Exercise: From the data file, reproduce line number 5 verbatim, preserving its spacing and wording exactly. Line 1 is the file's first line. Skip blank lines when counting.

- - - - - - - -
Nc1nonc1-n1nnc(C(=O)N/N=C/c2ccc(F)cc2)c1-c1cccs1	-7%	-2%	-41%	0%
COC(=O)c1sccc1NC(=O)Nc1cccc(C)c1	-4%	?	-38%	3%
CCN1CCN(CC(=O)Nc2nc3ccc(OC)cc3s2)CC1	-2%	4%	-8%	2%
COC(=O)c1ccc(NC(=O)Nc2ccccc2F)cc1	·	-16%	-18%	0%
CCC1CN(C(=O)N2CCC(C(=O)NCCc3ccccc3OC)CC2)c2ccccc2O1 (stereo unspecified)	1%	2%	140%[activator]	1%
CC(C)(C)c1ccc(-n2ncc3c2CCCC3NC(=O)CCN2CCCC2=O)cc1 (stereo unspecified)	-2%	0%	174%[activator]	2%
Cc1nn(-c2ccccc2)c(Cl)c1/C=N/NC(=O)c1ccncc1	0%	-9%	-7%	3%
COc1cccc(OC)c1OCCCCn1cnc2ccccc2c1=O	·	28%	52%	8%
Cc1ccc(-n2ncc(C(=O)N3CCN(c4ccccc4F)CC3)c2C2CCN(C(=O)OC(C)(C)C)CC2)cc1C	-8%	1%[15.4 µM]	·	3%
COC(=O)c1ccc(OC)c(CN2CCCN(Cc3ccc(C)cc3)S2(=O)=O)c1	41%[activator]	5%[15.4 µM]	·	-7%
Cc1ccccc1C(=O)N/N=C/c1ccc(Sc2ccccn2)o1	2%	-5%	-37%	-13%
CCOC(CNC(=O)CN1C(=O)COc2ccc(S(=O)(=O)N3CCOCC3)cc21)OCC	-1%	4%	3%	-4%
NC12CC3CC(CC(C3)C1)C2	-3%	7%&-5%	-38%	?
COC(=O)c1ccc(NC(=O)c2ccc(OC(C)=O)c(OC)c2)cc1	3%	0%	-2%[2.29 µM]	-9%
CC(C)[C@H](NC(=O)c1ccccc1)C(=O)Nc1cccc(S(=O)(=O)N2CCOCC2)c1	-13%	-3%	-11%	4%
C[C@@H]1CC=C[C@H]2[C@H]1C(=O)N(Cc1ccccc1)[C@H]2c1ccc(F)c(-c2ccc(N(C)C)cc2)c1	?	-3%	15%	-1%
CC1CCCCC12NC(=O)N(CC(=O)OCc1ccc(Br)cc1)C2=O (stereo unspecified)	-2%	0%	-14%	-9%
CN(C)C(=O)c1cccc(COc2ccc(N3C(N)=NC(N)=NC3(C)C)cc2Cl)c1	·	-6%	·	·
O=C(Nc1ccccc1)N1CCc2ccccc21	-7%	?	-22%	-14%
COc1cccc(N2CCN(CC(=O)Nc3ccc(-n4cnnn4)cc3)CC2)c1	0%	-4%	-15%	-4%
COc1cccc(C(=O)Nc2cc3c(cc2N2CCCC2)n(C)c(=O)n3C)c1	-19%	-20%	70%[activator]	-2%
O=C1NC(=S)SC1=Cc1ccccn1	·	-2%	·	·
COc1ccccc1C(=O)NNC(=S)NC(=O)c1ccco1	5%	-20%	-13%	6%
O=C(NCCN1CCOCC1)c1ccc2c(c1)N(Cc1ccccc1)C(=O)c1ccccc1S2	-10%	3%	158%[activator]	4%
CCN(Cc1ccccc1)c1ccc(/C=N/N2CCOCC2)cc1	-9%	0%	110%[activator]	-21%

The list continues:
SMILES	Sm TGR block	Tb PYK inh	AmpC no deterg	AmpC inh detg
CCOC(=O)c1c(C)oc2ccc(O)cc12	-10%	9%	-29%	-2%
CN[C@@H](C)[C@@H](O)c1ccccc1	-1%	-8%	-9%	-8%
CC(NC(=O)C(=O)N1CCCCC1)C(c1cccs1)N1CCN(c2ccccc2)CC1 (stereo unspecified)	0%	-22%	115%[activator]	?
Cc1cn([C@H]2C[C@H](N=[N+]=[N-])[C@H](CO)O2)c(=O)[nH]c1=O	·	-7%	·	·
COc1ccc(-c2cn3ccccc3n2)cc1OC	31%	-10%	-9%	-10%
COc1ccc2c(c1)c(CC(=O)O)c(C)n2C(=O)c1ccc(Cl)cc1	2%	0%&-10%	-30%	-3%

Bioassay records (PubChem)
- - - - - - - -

CCC1CN(C(=O)N2CCC(C(=O)NCCc3ccccc3OC)CC2)c2ccccc2O1 (stereo unspecified)	1%	2%	140%[activator]	1%